One of my favorites is "Saline," a mostly mellow track that is tickling my memory receptors with its sweet, sparse arrangement -- sparse even towards the end where the orchestral swell of keyboards and the layering of vocals are added. The memory drawn forth is of ELO's "Strange Magic" - well, actually just the opening vocal section of that classic. The main arrangement of "Saline" and "Strange Magic" are quite different, and perhaps, other than my having mentioned it, you wouldn't have made the association**. There are also some hints at other mellow sounds of the 70s, though I don't think it's deliberate. Nevertheless, this is a mellow piece with fragile acoustic guitar textures and soft vocals. Structurally and even in mood, it also recalls for me Spock's Beard.

What might qualify as edging towards pop is the high-energy of "Toys" - it's peppy with a sunshine summer time feel perfect for speeding along a highway, each percussive beat matched to the beat of the road, guitars tick by like watching the spokes of wheels spinning 'round. However, it still has enough modern prog elements to keep it far from being really a pop tune.

"Wonderland" closes the album, and like elsewhere, we get big, epic rock, although this one reaches for even loftier heights. We get the soft/hard dynamics here, grand keyboard and guitar figures, a full spread of crashing drums and percussion - almost a wall of sound apiece with the vocals. It's the closing refrain of "It's alright, it's alright" that will probably stick in your mind.

There is a hidden track, untitled, featuring reedy, breathy vocals, sparse guitar, and soft pulse of drums -- toms, I think -- their almost hollow resonance like a heartbeat. Within a short time, piano-like keys are added, giving this balladic piece and epic quality. It's sad plea with the refrain "Remember me?" It's Roland electronic piano that closes out the track with gentle undulations of sound, like breathing and in some ways, takes us back to the album's beginning.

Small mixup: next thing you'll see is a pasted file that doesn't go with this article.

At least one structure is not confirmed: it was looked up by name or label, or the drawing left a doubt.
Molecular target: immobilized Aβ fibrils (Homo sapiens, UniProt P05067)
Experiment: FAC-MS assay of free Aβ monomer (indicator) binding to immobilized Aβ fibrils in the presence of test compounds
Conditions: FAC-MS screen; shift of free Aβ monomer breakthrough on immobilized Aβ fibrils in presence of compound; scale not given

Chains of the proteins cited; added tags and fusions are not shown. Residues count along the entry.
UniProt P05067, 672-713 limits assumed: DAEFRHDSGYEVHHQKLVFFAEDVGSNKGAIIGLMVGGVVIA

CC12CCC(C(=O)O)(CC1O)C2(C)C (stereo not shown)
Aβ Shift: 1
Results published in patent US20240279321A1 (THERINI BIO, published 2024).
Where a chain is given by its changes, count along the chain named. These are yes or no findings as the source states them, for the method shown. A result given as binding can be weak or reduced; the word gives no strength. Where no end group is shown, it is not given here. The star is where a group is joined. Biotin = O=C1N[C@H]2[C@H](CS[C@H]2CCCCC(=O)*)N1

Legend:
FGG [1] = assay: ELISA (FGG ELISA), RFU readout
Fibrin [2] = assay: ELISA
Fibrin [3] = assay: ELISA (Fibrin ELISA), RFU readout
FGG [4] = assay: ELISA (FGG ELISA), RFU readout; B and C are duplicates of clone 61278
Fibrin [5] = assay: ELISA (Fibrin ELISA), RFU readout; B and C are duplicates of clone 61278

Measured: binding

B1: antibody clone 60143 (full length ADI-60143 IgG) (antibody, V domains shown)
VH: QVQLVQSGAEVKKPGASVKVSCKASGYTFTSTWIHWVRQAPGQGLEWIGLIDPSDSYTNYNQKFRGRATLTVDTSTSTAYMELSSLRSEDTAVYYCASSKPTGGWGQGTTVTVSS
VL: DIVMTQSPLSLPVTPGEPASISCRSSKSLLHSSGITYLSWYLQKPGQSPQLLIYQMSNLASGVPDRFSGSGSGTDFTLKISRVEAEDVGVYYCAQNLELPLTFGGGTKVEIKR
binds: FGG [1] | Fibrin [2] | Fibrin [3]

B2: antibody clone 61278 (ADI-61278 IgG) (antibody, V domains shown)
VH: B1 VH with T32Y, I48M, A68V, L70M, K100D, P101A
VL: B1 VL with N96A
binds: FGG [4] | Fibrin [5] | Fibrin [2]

Experiments is a nice follow up to Milliontown. I don't know that it has the same immediacy that Milliontown had; maybe the whole "novelty" of the particular elements has warn off, I don't know. I do like Experiments, but it may take some more time to say whether I like it more, less, or the same as the debut. And that's not a bad thing as I don't mind having to listen to this over and over. (Especially as I already have been since before their RoSFest 2009 appearance last spring!

A version of this album with a bonus DVD is also available (IOMSECD 303/SPV 79930). Since this album's release, Jowitt and Edwards have left, the latter at least from live performances, with Nathan King taking over on bass and Alex Thomas taking over on drums (at least live).

*by which I mean in this case "middle of the run" rather than "middle of the road" -the first only a play on the meaning of the latter. **Oh dear me; in re-reading my review of Milliontown, it seems I've encountered a memory-flash between Frost* and ELO before, and to the same song in fact! That is, I make a comment about "Strange Magic" in connection with "Milliontown"? interesting? especially given that Godfrey (maybe all of Frost*) have covered the ELO tune "Here Is The News."

Experiments In Mass Appeal (8:00) / Welcome To Nowhere (5:31) / Pocket Sun (4:28) / Saline (6:06) / Dear Dead Days (6:50) / Falling Down (5:49) / You/I (1:06) / Toys (3:03) / Wonderland (15:48) [from 7:33 on is the untitled bonus track]

Jem Godfrey - synthesizers, vocals, piano, acoustic guitar and ebow
John Mitchell - guitars, vocals, ebow, violin
Declan Burke - vocals, acoustic guitar, electric guitar
John Jowitt - bass
Andy Edwards - drums, percussion


Belinda Sykes - additional vocals (1)

Milliontown (2006)
Frost Tour EP (avail. only on '08's tour) (2008)
Experiments In Mass Appeal (2008)
FrostFest Live CD (available from band website) (2009)
The Philadelphia Experiment (2010)
The Rockfield Files (2013)
Falling Satellites (2016)

Genre: Progressive Rock

Origin UK

Added: January 18th 2010
Reviewer: Stephanie Sollow
Artist website:
Hits: 2537
Language: english